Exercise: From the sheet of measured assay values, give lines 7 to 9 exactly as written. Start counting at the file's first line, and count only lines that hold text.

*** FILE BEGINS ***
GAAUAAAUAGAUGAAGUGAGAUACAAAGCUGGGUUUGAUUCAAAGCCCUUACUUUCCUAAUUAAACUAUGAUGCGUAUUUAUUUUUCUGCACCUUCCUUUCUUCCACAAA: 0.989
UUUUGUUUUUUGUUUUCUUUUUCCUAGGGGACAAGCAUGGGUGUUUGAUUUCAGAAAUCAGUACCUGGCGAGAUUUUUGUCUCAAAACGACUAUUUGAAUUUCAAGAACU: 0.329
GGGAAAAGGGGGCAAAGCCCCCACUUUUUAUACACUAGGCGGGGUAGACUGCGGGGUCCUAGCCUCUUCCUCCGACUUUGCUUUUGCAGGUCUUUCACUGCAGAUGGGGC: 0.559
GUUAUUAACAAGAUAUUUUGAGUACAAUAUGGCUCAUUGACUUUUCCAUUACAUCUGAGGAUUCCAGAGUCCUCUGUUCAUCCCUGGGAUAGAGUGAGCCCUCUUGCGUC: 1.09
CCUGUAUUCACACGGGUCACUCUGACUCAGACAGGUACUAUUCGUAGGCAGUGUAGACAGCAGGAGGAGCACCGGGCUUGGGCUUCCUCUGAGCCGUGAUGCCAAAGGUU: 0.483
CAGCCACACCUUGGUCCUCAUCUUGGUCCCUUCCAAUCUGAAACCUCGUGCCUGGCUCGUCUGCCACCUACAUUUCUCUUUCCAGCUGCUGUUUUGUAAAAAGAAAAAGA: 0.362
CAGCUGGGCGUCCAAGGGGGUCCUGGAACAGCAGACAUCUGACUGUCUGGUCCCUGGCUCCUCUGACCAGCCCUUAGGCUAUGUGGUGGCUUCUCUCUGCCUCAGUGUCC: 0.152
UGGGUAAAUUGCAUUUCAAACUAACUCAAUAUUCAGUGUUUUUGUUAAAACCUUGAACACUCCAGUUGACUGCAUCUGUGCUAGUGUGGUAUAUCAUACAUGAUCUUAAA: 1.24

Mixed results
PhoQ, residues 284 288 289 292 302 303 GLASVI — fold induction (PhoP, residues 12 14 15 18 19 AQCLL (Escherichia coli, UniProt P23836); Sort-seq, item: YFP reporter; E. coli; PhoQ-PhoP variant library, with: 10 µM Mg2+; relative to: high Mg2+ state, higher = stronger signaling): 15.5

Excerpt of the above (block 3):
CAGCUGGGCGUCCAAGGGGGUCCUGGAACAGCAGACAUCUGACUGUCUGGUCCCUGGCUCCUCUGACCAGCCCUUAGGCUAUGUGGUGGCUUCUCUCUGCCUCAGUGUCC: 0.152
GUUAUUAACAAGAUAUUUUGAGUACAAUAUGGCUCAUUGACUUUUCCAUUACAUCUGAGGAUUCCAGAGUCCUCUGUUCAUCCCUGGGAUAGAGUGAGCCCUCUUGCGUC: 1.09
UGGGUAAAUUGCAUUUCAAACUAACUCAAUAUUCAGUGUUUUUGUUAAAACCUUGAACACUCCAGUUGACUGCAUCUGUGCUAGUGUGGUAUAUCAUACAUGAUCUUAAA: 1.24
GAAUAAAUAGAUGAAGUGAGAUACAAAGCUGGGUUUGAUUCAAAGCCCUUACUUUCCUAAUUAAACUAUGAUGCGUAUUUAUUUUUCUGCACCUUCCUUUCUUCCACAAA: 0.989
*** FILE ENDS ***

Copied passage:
CAGCUGGGCGUCCAAGGGGGUCCUGGAACAGCAGACAUCUGACUGUCUGGUCCCUGGCUCCUCUGACCAGCCCUUAGGCUAUGUGGUGGCUUCUCUCUGCCUCAGUGUCC: 0.152
UGGGUAAAUUGCAUUUCAAACUAACUCAAUAUUCAGUGUUUUUGUUAAAACCUUGAACACUCCAGUUGACUGCAUCUGUGCUAGUGUGGUAUAUCAUACAUGAUCUUAAA: 1.24

Mixed results